Financial Advice For People About To Retire

The best financial consultants will always advice people seeking for their advice to start planning and saving for their retirement as soon as they have a stable job. As such, even if it’s your first time to work, even if you’re just in your early 20s, you should already have a retirement plan and you are already setting aside money monthly for your retirement fund.

Unfortunately, not all people heed this crucial advice. Many employees always find ways to postpone working on their retirement plan. And before they know it, it will only be 10 years before they have to retire. And usually, planning and preparing 10 years before your retirement is usually not enough for anyone to prepare sufficiently.

However, this doesn’t mean that you give up preparing for your golden years and simply wing it once you stop earning a fixed monthly income. Below are some helpful tips and pieces of advice for people who are near their retirement age so that they can still live comfortably in their golden years:

Prepare your cash reserves or emergency fund. Financial advisors say that you should have at least three to six months of your normal income in an account that is safe and easily accessible. This means having some money deposited in your savings account for all planned expenses. For example, if you know that you need to replace your roof in a few years’ time, you should be setting aside money for that in your savings account.

Resolve your outstanding credit card debt, medical bills, and loans. You should reduce and eventually eliminate all these debts and loans so that your income can be channeled into your personal saving and investment funds which you can use once you retire. Consider checking the interest rates on your credit cards and other loans to see if you can find lower rates as well.

If you have kids, make sure you have already started saving for their college tuition funds. Financial advisers actually say that you should start saving as early as possible after your kids are born, even if you can save only a small amount. As your income rises, you can increase the amount you save for their college funds.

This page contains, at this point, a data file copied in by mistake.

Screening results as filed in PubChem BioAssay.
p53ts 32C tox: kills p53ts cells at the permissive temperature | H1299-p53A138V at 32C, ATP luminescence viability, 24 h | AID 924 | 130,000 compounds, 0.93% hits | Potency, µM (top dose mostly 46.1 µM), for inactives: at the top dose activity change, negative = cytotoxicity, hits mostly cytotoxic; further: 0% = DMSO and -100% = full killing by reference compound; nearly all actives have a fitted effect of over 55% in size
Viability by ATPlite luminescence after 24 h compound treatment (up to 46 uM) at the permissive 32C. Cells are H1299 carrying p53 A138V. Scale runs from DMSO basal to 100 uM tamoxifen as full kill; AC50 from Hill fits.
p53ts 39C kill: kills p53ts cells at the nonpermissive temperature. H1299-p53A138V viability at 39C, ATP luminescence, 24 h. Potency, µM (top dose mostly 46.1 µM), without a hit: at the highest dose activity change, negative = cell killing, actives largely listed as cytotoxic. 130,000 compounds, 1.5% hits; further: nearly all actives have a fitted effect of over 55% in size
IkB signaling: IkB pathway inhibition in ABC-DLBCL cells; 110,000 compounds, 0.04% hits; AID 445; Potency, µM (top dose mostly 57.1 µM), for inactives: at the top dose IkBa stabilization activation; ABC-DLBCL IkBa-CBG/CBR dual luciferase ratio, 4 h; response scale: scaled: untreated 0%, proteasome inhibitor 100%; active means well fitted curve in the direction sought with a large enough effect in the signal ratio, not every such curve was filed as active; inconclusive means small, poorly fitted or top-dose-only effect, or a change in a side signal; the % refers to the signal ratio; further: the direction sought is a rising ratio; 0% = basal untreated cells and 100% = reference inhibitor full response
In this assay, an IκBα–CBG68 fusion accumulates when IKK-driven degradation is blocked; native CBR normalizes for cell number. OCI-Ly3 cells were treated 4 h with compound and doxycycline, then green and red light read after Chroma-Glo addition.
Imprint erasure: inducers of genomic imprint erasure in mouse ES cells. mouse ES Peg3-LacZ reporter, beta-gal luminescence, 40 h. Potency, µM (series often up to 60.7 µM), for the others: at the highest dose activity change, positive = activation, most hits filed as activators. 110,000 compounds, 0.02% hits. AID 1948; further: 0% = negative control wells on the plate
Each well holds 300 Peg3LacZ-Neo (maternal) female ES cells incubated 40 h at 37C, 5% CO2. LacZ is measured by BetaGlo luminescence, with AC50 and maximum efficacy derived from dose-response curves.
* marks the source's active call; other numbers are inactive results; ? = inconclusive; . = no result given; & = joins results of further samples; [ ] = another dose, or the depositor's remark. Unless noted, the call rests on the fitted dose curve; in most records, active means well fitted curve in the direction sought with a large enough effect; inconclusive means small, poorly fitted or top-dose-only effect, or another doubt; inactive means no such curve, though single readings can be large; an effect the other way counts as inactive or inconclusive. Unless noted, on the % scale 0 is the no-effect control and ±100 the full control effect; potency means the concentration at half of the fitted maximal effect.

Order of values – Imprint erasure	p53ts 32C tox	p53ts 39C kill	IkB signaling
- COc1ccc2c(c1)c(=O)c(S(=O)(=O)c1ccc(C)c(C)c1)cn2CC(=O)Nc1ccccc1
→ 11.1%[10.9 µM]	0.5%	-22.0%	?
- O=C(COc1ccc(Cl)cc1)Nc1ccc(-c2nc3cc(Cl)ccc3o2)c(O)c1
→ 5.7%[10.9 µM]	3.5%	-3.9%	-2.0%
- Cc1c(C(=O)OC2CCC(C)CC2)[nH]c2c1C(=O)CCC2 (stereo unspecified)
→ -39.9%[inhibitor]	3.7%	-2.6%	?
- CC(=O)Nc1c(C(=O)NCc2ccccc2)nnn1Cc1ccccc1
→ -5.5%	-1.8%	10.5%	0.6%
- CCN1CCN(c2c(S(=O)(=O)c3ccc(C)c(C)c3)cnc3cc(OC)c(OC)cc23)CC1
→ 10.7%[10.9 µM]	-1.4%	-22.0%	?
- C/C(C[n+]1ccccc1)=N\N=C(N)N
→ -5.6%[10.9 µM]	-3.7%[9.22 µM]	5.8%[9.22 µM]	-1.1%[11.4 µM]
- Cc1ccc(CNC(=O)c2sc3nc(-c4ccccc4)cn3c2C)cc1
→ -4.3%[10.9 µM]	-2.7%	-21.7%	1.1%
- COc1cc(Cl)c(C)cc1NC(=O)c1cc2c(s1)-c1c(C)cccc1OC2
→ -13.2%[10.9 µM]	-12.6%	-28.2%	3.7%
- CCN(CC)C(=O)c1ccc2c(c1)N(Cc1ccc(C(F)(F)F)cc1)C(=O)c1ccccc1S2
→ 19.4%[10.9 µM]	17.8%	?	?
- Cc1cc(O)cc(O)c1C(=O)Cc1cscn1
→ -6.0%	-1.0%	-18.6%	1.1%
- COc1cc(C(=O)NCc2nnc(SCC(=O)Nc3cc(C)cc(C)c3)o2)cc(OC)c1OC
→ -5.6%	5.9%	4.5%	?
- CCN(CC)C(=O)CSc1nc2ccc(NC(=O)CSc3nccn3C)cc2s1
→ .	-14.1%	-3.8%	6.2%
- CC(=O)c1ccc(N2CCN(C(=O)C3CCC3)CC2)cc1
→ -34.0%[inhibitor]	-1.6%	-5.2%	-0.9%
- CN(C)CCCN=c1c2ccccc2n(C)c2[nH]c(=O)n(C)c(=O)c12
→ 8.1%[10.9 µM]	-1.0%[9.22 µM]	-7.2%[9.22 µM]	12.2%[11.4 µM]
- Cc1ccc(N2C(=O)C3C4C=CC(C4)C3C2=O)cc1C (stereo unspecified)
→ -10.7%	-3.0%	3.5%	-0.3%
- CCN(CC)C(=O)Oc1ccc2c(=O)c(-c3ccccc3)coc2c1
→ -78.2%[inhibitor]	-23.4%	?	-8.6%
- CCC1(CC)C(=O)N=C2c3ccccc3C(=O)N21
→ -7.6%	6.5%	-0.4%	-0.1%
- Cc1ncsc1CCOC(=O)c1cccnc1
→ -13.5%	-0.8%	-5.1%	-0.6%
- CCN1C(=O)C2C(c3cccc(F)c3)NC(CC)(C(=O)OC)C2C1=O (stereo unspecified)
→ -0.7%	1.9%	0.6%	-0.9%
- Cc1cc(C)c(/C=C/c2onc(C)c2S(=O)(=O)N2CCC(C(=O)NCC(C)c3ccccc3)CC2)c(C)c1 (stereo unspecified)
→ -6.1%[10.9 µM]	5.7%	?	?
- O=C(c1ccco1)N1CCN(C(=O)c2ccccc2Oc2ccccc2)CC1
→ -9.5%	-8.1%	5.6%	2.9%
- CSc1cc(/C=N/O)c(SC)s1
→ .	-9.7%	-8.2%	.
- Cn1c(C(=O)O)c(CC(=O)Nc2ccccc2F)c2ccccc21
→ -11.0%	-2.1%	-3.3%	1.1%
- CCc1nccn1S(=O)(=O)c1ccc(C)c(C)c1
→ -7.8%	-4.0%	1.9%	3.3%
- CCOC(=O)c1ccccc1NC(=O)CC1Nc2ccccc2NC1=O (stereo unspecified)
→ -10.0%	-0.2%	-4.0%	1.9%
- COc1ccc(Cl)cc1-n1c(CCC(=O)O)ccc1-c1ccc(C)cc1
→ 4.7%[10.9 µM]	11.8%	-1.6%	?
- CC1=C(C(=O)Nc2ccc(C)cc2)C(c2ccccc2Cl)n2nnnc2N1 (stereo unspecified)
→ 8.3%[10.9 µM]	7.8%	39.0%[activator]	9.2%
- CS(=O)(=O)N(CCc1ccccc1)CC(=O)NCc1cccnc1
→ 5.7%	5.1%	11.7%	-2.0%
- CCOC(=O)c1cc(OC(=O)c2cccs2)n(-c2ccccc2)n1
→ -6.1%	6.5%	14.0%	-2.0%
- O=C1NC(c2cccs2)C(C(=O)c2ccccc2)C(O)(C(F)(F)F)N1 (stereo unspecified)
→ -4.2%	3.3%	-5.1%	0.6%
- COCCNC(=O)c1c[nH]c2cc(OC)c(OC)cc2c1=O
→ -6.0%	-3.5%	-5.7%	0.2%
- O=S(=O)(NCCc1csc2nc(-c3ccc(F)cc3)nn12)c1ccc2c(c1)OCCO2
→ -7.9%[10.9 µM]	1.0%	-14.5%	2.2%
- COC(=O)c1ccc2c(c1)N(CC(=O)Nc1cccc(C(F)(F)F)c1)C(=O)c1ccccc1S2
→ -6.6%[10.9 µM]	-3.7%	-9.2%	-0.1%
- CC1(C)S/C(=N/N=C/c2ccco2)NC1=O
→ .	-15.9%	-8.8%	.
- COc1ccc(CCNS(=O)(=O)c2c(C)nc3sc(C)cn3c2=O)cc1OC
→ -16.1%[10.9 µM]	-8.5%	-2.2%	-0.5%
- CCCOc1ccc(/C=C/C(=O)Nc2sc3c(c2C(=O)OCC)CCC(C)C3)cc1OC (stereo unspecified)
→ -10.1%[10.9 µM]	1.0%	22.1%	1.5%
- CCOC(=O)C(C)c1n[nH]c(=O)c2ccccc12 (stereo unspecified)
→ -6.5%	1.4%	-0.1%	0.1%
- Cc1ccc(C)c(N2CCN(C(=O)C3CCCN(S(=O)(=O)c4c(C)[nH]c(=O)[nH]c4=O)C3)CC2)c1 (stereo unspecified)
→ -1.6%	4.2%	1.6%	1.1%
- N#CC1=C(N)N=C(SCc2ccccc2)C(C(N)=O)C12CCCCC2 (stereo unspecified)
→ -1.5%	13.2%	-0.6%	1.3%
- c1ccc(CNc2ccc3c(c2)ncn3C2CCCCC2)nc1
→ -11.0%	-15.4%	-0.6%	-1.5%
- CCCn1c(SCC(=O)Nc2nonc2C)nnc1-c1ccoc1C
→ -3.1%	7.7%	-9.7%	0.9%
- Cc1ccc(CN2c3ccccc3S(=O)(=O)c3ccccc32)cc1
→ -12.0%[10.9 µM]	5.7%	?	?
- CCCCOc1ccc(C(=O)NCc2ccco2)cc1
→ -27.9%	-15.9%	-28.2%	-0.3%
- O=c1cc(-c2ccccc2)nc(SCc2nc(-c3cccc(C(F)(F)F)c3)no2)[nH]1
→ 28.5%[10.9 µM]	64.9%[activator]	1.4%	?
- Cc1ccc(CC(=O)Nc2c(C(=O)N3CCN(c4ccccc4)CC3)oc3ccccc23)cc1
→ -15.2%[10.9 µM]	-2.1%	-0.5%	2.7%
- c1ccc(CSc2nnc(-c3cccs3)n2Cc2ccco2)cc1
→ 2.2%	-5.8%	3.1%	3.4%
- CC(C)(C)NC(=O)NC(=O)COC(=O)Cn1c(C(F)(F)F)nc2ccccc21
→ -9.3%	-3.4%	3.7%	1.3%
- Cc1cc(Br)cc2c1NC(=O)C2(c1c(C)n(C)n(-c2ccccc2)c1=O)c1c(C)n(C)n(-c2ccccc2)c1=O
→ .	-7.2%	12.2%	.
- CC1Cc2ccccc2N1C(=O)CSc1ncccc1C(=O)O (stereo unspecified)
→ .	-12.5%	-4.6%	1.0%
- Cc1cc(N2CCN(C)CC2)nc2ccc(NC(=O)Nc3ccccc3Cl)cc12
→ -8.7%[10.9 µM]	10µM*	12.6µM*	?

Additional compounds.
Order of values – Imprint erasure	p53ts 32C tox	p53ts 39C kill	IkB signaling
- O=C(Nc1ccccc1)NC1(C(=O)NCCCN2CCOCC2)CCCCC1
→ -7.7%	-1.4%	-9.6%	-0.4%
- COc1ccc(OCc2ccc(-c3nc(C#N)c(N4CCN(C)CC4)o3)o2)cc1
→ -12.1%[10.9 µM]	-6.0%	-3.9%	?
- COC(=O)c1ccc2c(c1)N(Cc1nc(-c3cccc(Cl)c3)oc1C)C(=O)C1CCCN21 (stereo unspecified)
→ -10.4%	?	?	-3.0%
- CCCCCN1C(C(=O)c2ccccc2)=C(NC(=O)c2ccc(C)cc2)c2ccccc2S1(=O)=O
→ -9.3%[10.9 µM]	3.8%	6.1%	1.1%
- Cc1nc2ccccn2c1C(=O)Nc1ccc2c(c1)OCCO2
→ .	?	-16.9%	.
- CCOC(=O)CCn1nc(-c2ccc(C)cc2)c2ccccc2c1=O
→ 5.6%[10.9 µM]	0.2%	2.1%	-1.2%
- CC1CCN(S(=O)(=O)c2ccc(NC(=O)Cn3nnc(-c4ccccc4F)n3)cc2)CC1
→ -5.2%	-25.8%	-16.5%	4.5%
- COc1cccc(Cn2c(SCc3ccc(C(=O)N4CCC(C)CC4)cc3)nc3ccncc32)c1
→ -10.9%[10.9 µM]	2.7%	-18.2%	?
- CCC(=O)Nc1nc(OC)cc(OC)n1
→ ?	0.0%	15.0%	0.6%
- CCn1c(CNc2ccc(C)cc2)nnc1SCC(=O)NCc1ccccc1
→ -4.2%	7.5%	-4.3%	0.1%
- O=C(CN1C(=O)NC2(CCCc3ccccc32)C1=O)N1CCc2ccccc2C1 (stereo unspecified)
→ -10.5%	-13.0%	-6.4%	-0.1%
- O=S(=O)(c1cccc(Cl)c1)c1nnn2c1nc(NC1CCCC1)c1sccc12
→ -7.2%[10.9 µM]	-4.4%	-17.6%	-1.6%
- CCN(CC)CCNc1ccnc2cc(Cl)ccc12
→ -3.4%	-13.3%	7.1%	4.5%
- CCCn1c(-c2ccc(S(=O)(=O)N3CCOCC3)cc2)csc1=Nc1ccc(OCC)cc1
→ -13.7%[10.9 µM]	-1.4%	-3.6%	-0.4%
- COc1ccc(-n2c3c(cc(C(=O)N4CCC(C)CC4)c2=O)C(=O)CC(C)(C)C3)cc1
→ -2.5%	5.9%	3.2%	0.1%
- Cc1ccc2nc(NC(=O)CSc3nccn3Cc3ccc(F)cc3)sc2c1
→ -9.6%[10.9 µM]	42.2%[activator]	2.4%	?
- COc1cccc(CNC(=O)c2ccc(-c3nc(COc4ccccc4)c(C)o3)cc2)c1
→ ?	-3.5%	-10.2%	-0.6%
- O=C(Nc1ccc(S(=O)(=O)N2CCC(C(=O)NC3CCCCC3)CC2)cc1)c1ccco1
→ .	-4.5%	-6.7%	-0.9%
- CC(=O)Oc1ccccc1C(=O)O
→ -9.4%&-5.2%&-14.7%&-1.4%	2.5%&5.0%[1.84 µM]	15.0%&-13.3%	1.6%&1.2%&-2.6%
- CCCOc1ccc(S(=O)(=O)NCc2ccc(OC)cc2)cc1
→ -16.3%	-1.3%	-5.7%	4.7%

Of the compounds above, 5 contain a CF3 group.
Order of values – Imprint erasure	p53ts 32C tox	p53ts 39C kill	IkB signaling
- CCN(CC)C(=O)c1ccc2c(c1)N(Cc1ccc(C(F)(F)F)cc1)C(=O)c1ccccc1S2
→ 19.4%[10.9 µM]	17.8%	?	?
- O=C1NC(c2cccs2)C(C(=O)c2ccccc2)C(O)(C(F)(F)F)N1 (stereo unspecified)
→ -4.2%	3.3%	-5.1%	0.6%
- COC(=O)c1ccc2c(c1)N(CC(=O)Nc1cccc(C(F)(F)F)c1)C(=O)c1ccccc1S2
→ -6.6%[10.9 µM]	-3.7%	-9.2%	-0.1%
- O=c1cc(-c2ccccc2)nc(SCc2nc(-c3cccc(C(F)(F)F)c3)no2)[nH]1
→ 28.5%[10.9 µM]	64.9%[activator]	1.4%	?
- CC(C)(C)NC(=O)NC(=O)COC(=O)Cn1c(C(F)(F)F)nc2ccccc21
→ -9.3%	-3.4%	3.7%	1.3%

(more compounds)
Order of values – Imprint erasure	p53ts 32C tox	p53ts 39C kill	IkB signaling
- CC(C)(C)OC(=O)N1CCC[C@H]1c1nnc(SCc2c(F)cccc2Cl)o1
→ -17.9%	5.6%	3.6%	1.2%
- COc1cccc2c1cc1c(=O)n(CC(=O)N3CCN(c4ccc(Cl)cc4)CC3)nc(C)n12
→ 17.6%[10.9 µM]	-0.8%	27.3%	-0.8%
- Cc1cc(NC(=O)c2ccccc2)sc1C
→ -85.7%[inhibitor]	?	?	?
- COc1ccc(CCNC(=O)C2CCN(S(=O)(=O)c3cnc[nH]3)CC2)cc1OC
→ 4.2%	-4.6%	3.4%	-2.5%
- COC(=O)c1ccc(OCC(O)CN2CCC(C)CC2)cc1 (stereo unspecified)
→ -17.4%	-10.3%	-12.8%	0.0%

Make sure you already have a retirement plan. Finally, aside from the retirement funds you can expect from work or from the government, consider making the maximum allowable contributions to an individual retirement account. You can get more details about these retirement funds that you can still contribute to from your local financial advisors since different countries, banks, and financial institutions usually offer different schemes or programs regarding retirement funds.

Help Your Employees Save for Retirement

As a small business owner, one of the greatest benefits you can provide to your employees is a way for them to save for their financial future. Offering a retirement plan is an important part of the total compensation package that helps you compete for and retain talented people. Keep in mind that employer contributions to a retirement plan are a deductible business expense.

As an employer, you have flexibility in choosing a plan or combination of plans that work for your business. Broad categories include:

Defined benefit plans

A defined benefit plan, such as a traditional pension plan, is something you could consider for your employees. The plan enables you to make annual contributions, which can be adjusted each year. Some plans feature the option to automatically increase annually, allowing you to reward employee loyalty. The plan pays out a specified benefit to retired employees.

Defined contribution plans

A defined contribution plan allows the employee, the employer or both to contribute to an individual account for the employee. A 401(k), the most common defined contribution plan, allows the employee and employer to make consistent, tax-deferred contributions. Participants choose investments which have the potential to grow tax-deferred. These plans allow annual contributions of up to $18,000 in 2015 and 2016, the ability to borrow from the plan to cover emergency needs, and “catch-up” contributions of an additional $6,000 a year for those age 50 and older. Employers have flexibility to establish vesting schedules or options such as a Roth 401(k), funded by after-tax contributions but with the potential to provide for tax-free withdrawals in retirement. Although just as with pre-tax contributions, a Roth 401(K) comes with required minimum distributions.